he had shared. First, it was clear that he was on the rebound from a very negative work experience in
which he felt unsupported by his management. Second, it was clear that he had a tendency to become
overwhelmed and uncomfortable reaching out for help when he needed it on projects. Third, I began to
understand why others might have experienced him as arrogant and difficult to work with, with all the
upset related to his wife’s recovery and his extensive travel schedule.

After writing a report describing the key attributes of this candidate, I met again with the CEO and COO
to discuss the report and dig more deeply into our collective overall impressions. They found it helpful
to ask questions and hear me elaborate on his potential strengths and development areas. In particular,
they were a bit surprised that Tom became emotional in the interview. I described him in the report as
someone who expresses his feelings openly, in part due to my interview observations, but also due to
several scales on the personality tests. This discussion helped us pull together the various bits of data
from his workplace, the interview, and the test results that supported the notion that he was likely to
wear his feelings on his sleeve.

Other than these couple of concerns, however, Tom was a very strong candidate. He was smart,
personable, strategic, creative in problem solutions, and a hard worker. Just the kind of person they
wanted in the senior design engineer role. To allay any lingering concerns, they circled back to Tom to
discuss their perceptions of his style under pressure. They liked his responses and decided to hire him.
This story, for which the names and other specifics were changed, illustrates several key steps to build
success into any organizational hiring process:

  • Be clear upfront what you want/need in a candidate for a particular position
  • Conduct initial interviews internally to narrow down your list and screen out poor candidates
  • Use additional resources to screen candidates beyond internal behavioral interviews. In this
    case, it involved using an external psychologist to administer tests and an additional interview; it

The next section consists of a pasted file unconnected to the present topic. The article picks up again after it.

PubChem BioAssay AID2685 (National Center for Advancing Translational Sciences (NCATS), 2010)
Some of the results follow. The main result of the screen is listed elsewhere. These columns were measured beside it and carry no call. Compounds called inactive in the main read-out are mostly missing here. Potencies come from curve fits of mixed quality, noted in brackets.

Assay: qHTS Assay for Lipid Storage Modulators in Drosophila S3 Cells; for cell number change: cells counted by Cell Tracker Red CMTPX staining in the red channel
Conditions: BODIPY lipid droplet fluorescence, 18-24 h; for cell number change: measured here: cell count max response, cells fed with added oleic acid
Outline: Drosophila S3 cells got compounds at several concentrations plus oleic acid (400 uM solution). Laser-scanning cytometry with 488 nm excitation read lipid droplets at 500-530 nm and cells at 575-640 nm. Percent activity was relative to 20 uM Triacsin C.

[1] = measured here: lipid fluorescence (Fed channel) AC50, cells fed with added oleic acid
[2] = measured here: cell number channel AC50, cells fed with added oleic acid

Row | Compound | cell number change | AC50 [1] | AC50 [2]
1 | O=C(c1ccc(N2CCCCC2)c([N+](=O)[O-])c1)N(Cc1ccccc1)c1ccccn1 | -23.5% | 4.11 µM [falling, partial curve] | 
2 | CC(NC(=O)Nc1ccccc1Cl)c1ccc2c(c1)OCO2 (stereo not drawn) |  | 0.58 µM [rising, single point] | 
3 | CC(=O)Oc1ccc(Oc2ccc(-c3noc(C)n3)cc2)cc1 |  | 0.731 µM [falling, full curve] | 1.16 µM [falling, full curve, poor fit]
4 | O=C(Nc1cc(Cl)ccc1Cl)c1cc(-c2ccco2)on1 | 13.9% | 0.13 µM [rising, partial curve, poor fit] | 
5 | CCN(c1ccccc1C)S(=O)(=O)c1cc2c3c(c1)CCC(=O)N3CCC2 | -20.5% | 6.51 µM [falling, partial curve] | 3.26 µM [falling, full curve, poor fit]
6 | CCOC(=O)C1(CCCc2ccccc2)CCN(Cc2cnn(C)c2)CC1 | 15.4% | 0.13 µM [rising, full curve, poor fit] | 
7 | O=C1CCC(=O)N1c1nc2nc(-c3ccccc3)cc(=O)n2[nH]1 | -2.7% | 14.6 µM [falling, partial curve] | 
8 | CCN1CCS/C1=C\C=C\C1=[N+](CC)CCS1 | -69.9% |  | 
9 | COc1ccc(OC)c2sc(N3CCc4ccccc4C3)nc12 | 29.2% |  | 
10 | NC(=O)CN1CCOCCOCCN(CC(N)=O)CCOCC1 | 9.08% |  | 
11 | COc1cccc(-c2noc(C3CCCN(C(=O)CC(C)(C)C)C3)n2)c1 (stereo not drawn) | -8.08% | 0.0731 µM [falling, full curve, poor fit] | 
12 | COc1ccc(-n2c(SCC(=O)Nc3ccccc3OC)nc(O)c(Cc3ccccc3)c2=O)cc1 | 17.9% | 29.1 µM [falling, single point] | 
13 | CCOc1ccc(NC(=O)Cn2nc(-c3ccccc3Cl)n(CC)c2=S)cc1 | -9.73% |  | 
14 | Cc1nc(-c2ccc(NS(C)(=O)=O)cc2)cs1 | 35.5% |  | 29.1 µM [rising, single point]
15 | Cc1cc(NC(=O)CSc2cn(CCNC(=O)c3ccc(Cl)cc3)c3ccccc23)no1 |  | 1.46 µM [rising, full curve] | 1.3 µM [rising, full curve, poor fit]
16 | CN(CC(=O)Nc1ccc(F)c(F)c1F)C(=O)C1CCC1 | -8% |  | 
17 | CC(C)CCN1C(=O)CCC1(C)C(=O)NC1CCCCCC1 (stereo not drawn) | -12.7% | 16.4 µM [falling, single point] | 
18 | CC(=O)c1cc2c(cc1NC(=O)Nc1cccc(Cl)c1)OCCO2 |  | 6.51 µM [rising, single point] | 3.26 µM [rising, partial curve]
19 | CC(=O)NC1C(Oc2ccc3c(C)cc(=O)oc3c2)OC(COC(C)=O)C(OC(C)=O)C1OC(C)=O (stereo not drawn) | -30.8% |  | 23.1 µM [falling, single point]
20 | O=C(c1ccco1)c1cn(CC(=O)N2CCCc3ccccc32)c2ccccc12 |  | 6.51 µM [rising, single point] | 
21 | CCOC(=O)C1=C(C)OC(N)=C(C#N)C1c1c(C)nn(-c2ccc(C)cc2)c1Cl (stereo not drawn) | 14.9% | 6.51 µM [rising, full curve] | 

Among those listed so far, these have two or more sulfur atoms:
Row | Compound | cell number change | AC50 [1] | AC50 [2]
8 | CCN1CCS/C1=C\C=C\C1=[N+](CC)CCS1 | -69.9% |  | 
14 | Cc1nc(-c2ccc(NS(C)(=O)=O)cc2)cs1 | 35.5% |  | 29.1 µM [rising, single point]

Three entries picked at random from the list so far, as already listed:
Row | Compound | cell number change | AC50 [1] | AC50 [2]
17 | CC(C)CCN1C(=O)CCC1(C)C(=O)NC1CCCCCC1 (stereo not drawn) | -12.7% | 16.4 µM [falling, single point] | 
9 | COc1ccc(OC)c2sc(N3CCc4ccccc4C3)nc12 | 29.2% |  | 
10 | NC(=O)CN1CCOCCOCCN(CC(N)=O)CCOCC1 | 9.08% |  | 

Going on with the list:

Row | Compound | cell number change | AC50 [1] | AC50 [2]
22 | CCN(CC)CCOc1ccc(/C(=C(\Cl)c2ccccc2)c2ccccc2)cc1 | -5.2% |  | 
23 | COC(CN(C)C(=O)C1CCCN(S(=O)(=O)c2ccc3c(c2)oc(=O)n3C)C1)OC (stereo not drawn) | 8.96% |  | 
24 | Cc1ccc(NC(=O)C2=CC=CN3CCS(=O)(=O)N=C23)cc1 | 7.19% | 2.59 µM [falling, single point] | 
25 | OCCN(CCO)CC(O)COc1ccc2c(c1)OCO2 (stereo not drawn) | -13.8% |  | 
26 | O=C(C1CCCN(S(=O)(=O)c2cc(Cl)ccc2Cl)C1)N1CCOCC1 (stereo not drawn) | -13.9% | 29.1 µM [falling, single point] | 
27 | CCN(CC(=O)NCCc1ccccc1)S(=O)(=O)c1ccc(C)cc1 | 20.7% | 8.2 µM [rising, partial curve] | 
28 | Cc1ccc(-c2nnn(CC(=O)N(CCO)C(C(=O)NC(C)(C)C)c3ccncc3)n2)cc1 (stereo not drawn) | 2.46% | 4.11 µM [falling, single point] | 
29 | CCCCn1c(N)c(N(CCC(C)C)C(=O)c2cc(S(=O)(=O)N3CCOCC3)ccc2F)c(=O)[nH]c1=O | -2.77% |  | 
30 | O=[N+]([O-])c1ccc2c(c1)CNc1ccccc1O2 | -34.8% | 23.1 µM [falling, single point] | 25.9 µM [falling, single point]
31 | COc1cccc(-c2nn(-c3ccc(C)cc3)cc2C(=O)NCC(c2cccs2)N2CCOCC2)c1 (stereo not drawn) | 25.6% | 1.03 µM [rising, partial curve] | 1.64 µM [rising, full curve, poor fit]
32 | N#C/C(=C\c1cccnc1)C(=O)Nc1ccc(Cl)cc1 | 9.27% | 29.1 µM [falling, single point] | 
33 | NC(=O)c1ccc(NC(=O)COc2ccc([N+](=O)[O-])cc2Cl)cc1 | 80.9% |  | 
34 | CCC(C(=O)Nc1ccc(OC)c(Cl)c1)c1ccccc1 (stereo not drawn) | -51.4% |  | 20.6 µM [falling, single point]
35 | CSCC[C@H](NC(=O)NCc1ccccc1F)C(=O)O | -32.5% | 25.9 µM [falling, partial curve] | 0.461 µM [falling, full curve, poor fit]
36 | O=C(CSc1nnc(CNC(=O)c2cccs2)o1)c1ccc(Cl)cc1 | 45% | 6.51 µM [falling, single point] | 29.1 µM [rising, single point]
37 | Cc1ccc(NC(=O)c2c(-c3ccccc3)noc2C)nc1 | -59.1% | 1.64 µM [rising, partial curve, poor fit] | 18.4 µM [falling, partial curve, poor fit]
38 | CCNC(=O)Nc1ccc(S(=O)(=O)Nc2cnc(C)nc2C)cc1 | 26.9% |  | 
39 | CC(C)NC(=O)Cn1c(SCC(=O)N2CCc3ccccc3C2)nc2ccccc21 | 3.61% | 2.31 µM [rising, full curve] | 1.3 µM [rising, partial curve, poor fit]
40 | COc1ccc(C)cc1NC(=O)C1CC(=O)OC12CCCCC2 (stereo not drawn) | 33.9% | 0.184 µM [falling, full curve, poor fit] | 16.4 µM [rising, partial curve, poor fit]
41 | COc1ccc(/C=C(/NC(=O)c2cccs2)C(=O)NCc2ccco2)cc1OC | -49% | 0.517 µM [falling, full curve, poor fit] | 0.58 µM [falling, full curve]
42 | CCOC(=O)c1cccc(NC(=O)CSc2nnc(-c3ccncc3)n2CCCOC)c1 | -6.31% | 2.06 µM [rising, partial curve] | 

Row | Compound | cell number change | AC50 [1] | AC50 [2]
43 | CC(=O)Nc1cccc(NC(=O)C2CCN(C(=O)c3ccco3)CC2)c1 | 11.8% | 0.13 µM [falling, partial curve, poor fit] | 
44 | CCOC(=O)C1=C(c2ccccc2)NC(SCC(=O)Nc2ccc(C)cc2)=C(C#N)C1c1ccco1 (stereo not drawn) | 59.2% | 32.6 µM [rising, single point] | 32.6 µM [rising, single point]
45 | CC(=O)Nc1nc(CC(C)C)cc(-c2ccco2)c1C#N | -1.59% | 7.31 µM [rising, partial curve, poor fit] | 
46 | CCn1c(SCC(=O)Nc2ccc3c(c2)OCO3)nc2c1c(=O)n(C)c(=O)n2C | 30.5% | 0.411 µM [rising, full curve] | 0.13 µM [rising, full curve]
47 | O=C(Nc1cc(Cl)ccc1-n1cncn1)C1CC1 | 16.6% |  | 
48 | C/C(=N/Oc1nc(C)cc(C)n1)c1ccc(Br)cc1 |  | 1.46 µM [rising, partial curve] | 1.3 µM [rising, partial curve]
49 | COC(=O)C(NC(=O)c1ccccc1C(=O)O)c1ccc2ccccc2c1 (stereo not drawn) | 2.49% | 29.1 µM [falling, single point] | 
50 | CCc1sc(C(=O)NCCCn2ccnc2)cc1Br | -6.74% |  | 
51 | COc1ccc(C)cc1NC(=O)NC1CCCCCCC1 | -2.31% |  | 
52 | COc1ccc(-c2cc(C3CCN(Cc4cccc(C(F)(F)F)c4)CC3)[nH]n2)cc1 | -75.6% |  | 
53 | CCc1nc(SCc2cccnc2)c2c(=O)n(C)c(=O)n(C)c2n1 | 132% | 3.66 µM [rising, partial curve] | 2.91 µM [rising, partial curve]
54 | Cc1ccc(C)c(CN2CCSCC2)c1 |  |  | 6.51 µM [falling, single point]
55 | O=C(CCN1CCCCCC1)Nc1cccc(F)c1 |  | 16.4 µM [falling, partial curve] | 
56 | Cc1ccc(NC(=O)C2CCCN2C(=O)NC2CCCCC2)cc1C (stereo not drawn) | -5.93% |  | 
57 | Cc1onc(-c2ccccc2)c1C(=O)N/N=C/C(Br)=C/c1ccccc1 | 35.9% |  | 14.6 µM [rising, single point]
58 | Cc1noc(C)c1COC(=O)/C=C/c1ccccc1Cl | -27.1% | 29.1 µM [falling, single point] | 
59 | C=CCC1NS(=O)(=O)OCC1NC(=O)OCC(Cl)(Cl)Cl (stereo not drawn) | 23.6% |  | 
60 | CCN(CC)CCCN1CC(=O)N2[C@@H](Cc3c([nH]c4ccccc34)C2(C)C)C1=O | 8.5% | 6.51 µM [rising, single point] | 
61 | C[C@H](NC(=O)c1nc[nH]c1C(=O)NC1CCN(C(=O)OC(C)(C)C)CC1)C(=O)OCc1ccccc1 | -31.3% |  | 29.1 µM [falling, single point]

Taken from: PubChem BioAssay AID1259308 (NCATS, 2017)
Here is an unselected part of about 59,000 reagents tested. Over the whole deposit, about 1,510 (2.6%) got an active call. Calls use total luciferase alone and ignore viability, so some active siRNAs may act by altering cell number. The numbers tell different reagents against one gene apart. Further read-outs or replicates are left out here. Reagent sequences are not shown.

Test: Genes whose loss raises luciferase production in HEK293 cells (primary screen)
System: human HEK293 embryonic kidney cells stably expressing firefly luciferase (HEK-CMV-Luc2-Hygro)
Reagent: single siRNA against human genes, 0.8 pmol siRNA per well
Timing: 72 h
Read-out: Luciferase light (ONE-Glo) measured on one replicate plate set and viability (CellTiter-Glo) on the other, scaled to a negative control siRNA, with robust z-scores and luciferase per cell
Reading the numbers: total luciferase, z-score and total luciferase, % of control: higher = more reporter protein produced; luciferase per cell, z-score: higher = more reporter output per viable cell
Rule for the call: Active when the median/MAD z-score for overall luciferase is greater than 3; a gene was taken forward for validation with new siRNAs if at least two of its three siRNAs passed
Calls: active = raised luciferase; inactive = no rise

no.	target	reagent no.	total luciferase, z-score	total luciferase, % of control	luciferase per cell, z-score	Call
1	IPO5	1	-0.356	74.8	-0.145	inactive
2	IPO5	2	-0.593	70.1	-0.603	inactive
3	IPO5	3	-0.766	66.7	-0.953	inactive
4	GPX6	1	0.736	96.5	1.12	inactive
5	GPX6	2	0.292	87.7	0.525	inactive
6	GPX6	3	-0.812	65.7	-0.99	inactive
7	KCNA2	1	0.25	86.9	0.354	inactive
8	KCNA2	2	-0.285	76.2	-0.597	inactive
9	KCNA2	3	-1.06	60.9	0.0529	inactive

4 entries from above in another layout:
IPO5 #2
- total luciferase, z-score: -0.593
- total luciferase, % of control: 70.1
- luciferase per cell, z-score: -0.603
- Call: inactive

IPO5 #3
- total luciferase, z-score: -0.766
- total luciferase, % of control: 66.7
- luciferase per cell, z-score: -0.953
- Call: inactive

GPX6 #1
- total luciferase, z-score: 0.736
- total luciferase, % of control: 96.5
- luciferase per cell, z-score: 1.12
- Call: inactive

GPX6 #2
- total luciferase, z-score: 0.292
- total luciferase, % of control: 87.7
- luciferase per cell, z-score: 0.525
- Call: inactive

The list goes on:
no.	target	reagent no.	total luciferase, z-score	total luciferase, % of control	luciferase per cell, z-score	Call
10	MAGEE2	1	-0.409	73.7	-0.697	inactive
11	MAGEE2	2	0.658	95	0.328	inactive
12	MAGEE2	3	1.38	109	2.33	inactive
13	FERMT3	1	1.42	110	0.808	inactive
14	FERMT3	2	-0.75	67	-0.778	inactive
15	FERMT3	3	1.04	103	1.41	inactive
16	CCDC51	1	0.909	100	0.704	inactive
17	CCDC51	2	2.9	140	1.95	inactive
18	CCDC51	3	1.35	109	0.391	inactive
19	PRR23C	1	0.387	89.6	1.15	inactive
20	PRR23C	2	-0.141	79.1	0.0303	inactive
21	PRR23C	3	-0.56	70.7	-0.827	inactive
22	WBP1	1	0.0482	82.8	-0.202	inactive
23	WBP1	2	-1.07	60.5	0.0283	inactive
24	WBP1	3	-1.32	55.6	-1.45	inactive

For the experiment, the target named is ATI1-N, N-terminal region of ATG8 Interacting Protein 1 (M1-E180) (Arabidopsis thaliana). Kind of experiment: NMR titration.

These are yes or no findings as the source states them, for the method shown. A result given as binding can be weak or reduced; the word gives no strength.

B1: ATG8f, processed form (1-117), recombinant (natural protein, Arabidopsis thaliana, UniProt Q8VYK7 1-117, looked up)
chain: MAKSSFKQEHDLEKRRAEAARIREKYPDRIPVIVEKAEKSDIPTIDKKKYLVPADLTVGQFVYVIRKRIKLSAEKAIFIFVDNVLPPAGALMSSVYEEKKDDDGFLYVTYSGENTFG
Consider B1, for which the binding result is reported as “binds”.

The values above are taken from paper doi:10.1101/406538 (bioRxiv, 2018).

also included data from an insider at the individual’s current job and the perspective of a
    neighbor in the community. Using standardized tests, particularly personality and abilities
    assessments, can provide a helpful norm-based perspective for hiring.
  • Discuss the candidate in the light of all the data and use the discussion to explore the possible
    meanings of the data you have on the candidate. Use this time to identify development areas
    for the candidate that, if you hire the individual, you can begin to address when he/she first
    begins to work.
  • Circle back to the candidate to discuss potential concerns and see how he/she responds
  • Make your final decision

Remember: everyone looks good on paper, and most people can manage to look good for at least a first
screening interview. Use objective and standardized sources of data to help you paint a picture of what
a candidate will really be like six months after being hired! Roselle Leadership Strategies offers valuepriced
Selection Assessments to help build success into your hiring and promotion strategies. With all the books on writing resumes and cover letters, and all the professional services out there that actually write job search paperwork for candidates, I’ve come to the realization that everyone looks
good on paper. The question that leaders like you need to answer accurately is, “how will this person
look in six months?”